Hamish Fletcher

Business reporter for the NZ Herald

Blame game in Bridgecorp trial's last days

Bridgecorp's Rod Petricevic. Photo / Greg Bowker
Bridgecorp's Rod Petricevic. Photo / Greg Bowker

Despite allegations from a co-accused that he was more "hands-on" at the failed finance company, Bridgecorp's Rob Roest says he was "most junior of all the directors" and spoke up about problems with investor payments.

On trial in the High Court at Auckland, Roest and fellow director Rod Petricevic are both accused of knowingly making false statements in offer documents that Bridgecorp never missed payments of interest or principal to investors.

The Crown says Bridgecorp began missing payments nearly five months before it collapsed in July 2007, owing 14,500 investors $459 million.

Roest has admitted that he knew about problems with investor payments at the time but maintains they were only "delayed" - not missed.

He has also said he told Petricevic about payment issues in morning meetings, which Bridgecorp's former managing director has flatly denied.

The allegations have flown both ways and last Friday Petricevic's lawyer, Charles Cato, labelled Roest a central figure within the company, who had "his finger well and truly on the financial pulse of Bridgecorp".

Cato also said Roest, as finance director, had a more hands-on role at Bridgecorp than Petricevic, whose job was to grow the business.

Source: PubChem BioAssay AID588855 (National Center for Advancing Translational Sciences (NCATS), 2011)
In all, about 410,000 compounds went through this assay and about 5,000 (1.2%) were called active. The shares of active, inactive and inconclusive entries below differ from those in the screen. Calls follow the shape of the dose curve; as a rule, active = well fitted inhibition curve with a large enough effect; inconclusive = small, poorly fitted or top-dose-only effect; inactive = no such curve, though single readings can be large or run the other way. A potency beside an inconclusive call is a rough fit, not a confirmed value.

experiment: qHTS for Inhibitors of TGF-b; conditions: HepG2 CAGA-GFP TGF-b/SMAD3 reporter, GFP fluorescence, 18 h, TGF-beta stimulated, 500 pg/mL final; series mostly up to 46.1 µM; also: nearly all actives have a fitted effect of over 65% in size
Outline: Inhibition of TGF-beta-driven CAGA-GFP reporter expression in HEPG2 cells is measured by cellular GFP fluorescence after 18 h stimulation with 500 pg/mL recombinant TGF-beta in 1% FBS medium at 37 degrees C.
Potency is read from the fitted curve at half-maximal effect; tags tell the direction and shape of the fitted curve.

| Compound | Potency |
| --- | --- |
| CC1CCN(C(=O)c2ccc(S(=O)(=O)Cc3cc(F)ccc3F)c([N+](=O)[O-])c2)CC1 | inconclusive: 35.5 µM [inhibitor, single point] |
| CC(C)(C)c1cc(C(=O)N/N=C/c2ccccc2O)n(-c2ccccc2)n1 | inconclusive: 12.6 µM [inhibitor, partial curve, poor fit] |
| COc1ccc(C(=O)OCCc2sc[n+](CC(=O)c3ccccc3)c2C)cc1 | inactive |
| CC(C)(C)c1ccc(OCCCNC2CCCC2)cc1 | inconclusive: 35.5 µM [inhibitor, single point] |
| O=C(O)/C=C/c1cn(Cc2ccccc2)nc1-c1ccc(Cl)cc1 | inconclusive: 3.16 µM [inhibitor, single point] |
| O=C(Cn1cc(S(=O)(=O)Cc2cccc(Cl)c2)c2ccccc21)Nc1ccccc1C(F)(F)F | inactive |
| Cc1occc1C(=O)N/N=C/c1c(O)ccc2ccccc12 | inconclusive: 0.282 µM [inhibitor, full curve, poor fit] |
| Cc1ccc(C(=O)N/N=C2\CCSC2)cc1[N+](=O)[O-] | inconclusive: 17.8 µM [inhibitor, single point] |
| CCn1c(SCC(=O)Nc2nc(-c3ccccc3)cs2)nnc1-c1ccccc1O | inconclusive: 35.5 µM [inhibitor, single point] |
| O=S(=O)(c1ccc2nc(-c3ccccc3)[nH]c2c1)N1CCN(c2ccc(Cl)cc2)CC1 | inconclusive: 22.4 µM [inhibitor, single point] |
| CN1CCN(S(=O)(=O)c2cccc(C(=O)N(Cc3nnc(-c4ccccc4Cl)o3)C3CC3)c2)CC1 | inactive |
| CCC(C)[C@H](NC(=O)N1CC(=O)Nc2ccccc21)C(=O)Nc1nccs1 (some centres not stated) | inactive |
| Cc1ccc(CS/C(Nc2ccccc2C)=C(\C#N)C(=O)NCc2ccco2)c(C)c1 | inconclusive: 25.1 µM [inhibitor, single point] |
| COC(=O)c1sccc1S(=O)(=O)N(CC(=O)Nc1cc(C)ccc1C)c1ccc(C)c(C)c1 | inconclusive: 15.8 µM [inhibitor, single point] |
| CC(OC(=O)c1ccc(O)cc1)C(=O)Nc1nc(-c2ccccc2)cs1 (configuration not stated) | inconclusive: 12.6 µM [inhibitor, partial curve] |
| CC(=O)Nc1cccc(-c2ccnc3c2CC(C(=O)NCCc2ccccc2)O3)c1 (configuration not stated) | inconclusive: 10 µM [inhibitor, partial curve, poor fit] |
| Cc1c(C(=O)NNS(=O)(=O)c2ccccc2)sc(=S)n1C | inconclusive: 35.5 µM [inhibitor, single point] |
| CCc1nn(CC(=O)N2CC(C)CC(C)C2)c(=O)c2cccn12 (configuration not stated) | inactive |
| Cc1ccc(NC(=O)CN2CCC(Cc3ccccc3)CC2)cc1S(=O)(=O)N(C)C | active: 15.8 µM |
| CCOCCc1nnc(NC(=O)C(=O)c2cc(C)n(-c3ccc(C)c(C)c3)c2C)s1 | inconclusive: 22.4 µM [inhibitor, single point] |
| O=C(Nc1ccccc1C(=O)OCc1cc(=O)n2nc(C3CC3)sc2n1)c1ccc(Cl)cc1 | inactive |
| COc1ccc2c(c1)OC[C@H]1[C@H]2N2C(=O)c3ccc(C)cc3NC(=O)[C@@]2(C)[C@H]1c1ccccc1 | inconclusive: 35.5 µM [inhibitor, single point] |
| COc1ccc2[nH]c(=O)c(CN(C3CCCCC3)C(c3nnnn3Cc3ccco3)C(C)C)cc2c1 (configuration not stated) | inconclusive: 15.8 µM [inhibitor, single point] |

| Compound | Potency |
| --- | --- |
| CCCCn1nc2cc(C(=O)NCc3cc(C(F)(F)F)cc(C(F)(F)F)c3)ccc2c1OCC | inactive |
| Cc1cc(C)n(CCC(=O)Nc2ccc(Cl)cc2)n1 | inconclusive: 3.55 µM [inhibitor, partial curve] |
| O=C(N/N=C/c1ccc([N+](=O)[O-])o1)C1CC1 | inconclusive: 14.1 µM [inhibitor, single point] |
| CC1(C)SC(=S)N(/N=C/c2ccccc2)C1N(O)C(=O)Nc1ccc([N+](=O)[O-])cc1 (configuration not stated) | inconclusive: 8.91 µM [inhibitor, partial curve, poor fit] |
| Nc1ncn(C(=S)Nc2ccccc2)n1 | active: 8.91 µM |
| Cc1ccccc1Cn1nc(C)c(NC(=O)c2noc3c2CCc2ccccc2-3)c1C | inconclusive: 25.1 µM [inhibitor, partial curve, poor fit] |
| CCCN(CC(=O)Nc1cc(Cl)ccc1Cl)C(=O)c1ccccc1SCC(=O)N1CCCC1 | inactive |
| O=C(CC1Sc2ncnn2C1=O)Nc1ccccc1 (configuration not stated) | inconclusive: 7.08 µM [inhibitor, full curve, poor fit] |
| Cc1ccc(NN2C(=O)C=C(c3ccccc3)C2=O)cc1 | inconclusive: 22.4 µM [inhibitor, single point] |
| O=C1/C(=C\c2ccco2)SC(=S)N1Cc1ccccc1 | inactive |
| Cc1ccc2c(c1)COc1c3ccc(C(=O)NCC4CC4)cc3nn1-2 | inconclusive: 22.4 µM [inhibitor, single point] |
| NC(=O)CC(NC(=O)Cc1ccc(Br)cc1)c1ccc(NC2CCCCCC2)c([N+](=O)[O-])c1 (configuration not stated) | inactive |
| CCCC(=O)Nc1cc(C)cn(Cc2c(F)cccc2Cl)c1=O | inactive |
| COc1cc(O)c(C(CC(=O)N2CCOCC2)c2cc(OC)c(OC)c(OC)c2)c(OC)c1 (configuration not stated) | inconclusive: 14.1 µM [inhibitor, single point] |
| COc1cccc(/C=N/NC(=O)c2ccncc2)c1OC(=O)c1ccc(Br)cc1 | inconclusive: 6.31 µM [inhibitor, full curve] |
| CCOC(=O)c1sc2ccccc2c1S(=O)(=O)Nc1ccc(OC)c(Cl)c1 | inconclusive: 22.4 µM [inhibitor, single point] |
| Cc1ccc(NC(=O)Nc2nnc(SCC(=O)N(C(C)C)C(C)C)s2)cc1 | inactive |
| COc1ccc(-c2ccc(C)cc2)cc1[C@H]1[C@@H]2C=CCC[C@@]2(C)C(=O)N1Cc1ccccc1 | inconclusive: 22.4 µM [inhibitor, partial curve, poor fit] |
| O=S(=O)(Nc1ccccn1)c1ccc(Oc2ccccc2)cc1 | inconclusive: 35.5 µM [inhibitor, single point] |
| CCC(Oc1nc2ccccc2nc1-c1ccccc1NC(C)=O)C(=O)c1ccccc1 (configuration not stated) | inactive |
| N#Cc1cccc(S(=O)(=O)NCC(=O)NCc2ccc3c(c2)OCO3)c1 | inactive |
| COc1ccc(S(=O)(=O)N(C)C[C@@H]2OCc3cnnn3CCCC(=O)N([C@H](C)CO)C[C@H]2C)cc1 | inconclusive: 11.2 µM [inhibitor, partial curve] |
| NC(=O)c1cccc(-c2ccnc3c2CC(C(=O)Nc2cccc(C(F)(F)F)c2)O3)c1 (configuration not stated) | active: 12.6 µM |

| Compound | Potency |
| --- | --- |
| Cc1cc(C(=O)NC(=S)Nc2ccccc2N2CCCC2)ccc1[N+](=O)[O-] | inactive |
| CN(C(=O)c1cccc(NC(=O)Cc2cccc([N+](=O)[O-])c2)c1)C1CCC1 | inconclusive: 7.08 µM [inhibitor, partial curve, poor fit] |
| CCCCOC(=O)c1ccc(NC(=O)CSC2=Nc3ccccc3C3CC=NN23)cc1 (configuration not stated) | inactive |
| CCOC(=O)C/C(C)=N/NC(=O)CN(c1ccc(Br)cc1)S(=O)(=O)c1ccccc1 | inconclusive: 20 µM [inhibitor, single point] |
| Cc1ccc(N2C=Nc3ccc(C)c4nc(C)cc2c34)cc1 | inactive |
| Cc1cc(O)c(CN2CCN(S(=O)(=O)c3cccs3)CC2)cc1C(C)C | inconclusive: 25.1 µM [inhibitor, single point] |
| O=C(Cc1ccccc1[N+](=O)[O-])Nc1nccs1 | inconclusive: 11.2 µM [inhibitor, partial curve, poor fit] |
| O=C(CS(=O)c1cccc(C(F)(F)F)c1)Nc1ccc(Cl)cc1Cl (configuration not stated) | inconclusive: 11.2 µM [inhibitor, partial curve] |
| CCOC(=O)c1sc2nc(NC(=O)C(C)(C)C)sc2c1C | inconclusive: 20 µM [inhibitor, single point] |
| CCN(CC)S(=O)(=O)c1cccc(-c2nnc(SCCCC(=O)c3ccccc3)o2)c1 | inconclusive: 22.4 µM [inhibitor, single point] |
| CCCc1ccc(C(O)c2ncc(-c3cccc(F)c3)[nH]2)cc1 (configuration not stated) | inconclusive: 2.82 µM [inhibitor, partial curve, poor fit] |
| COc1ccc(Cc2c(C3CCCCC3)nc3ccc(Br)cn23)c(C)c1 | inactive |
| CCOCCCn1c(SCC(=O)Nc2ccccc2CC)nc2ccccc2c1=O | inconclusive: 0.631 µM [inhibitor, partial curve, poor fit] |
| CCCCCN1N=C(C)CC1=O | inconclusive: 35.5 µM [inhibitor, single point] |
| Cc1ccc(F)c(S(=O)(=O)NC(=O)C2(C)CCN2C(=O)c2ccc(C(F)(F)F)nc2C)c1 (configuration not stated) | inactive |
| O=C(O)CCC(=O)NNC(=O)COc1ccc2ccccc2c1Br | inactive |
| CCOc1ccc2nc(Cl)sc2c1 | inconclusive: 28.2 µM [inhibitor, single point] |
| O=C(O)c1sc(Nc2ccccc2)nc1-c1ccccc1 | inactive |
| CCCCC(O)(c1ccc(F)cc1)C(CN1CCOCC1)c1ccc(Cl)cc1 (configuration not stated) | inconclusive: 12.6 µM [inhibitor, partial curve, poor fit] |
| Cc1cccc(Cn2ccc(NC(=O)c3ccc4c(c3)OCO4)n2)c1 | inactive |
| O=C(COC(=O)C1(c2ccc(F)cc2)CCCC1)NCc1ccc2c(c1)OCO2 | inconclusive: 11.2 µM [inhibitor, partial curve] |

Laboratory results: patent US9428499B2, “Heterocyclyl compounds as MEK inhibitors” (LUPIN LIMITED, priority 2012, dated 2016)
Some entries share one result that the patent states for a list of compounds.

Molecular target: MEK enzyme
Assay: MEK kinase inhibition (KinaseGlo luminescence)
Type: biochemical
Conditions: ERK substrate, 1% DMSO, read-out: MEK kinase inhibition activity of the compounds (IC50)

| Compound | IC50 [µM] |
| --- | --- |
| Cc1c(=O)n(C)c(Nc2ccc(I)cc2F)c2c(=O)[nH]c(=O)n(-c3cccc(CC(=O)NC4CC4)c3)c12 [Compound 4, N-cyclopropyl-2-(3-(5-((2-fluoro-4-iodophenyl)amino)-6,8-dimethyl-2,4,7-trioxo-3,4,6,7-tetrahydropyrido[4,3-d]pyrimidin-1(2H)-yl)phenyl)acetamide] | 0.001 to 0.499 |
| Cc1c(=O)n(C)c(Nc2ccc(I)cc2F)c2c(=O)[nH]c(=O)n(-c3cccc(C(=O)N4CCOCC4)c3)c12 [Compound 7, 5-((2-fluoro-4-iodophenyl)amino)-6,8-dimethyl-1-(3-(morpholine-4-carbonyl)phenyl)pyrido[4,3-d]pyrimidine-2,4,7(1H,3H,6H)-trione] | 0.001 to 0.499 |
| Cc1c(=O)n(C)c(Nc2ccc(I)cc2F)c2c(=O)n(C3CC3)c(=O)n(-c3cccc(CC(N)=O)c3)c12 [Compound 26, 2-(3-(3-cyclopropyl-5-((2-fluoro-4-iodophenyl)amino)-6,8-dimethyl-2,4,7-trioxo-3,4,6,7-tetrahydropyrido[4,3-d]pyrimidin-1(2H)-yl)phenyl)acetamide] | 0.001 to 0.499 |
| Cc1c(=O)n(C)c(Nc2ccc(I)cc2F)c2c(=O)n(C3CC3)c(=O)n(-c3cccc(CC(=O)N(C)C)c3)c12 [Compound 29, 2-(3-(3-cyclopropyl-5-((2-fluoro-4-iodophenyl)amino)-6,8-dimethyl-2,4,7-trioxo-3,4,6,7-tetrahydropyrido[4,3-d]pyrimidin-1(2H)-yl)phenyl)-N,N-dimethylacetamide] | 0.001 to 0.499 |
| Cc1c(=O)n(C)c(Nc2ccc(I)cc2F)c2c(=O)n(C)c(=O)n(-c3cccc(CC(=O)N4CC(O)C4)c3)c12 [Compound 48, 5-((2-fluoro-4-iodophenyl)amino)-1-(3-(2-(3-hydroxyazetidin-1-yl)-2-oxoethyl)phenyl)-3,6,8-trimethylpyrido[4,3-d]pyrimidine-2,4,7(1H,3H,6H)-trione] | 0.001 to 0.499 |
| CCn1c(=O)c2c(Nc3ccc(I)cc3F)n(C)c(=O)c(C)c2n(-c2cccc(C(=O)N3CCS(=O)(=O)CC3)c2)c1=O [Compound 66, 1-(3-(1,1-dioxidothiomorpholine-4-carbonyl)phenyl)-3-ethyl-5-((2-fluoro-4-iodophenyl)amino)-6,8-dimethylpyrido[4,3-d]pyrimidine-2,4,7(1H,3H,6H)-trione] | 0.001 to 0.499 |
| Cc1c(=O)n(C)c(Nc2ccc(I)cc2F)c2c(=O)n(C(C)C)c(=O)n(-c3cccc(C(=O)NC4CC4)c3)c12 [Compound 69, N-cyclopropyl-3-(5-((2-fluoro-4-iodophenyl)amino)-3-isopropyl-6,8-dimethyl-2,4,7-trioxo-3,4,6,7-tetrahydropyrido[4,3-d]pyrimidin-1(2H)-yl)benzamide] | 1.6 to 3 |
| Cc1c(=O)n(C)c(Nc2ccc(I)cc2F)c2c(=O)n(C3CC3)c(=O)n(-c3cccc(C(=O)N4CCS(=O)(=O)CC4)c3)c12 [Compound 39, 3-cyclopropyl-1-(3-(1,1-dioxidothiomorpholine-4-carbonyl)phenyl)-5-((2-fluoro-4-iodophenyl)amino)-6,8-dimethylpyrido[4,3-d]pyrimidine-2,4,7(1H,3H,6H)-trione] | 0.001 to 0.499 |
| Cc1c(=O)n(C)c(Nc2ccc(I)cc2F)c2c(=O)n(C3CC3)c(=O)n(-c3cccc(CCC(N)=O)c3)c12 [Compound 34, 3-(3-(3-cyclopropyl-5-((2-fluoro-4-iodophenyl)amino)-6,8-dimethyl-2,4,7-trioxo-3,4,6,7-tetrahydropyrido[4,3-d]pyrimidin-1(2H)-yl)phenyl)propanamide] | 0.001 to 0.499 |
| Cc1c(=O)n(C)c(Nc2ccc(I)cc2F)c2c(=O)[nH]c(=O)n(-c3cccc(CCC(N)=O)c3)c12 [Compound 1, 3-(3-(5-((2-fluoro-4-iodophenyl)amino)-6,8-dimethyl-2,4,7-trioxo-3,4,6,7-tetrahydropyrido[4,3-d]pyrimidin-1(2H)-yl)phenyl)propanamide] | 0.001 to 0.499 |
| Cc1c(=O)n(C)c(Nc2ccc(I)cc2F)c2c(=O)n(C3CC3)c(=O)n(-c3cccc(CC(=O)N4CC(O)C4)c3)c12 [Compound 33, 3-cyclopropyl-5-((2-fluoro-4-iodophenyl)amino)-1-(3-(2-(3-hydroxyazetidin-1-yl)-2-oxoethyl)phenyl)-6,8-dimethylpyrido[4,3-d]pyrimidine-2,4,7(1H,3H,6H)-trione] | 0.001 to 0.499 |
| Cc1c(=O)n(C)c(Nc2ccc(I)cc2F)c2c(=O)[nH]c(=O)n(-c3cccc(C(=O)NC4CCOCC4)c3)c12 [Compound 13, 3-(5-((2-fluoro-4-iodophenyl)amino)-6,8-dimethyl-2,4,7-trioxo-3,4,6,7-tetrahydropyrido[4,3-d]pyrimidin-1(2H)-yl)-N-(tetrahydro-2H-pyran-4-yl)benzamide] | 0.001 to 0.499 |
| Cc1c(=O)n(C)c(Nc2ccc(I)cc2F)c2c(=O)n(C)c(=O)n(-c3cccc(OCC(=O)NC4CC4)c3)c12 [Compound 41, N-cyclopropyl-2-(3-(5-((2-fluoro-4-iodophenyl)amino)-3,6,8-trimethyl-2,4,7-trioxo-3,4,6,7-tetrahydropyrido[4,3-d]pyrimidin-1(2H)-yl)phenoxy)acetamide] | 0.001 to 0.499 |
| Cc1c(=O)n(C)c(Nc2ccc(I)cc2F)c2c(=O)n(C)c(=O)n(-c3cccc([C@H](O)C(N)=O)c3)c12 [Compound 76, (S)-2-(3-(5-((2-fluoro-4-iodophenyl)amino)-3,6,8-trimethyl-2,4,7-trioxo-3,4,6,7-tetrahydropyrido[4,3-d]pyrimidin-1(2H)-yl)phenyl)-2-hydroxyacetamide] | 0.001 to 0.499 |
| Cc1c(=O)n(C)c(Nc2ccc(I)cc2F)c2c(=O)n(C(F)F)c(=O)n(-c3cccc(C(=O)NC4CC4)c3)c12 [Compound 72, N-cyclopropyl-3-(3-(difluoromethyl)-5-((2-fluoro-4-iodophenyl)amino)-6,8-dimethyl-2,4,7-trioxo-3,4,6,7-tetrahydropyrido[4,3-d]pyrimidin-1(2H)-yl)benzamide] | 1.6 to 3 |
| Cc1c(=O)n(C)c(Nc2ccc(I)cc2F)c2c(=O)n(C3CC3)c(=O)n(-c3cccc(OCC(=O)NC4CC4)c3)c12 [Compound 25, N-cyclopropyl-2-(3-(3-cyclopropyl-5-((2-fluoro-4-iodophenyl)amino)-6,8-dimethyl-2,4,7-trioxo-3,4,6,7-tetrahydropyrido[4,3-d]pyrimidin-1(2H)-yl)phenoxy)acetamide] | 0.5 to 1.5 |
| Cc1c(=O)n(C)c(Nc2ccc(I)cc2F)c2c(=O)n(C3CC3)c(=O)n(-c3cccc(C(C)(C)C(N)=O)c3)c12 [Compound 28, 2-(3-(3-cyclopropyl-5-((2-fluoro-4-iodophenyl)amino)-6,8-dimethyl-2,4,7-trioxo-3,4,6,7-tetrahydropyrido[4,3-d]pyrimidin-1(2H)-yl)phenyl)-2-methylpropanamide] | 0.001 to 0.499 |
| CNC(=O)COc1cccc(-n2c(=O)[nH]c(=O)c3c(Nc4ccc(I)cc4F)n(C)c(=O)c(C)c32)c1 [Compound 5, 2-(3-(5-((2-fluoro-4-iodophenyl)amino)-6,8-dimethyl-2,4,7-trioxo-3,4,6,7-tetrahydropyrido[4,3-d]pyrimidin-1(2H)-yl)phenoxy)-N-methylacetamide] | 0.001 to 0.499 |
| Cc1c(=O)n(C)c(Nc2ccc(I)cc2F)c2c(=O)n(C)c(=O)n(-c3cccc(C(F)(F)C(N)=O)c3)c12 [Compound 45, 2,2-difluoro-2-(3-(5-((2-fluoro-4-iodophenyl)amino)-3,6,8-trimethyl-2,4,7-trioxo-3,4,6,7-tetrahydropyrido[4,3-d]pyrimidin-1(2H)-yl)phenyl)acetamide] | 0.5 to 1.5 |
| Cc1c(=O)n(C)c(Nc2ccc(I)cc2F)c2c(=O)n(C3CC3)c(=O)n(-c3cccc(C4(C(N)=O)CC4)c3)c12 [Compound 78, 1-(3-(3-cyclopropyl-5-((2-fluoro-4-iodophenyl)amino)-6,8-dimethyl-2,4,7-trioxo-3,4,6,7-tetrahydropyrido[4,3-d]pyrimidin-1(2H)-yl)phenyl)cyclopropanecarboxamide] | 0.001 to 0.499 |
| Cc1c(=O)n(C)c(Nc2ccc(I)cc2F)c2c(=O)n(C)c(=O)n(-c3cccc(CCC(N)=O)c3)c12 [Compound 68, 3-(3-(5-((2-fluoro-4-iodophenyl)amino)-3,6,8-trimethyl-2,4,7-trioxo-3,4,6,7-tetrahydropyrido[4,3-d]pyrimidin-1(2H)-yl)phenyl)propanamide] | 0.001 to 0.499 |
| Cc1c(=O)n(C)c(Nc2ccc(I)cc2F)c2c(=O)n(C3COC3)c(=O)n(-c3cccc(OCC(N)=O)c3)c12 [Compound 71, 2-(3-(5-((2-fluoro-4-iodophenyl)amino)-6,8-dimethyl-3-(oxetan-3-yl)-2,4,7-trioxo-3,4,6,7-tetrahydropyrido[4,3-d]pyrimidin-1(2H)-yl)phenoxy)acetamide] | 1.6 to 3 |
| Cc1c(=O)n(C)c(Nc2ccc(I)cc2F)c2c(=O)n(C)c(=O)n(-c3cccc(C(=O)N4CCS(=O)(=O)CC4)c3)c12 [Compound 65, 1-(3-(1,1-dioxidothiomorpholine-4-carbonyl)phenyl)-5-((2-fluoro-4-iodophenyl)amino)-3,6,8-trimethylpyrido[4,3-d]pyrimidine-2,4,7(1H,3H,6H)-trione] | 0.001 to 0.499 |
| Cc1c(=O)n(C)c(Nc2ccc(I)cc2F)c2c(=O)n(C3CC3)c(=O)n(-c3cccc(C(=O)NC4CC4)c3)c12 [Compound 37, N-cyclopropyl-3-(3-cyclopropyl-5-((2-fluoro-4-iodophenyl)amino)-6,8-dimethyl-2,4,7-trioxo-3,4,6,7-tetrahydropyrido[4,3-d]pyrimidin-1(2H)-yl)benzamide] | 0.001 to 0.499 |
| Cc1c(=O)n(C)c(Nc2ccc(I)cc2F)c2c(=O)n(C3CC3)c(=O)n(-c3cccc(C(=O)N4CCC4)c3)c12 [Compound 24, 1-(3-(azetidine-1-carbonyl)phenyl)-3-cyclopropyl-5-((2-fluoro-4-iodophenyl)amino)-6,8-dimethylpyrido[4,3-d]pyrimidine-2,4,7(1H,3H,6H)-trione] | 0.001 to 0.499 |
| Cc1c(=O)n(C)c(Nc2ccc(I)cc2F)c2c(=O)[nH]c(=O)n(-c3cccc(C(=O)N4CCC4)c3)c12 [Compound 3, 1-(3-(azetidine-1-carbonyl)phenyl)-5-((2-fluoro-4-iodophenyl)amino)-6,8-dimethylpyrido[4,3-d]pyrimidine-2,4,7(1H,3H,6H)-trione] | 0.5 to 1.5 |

"Mr Petricevic was not hands-on ... the people that were hands-on were Mr Roest and Mr Jeffcoat [the former general manager of Bridgecorp]," he said.

But Roest's lawyer, Rowan Butler, told the court during closing submissions yesterday that his client was the "most junior of all the directors" and had been in the role less than a year when payment issues emerged.

Roest had "nothing to gain from silence" and would have "of course" informed Petricevic, whose office was right next door, Butler said.

In response to Crown accusations that Roest misled investors in Bridgecorp's offer documents, Butler said his client had acted with honest intent.

The allegedly misleading prospectus, registered in December 2006, went through a corporate due diligence process that was "extensive, well supervised [and] done in good faith," Butler said.

The due diligence involved Bridgecorp staff and managers signing off on statements in the prospectus line-by-line.

There was also external input on the document from auditors, solicitors, the trustee and the Ministry of Economic Development, Butler said.

"It is submitted that the board, including Mr Roest, could be satisfied and were satisfied that when the prospectus was registered it was accurate."

In wrapping up his submissions, Butler said if it was reasonable for Crown investigators to rely on Bridgecorp staff when preparing for a criminal trial, "surely it was reasonable to rely on them when running a company".

Bridgecorp director Peter Steigrad's lawyer is due to give his closing statements today, in what is expected to be the final day of the trial.

Steigrad faces charges for allegedly misleading investors in Bridgecorp's offer documents.

After closing submissions, Justice Geoffrey Venning has indicated he will deliver his verdict on April 5.

- NZ Herald

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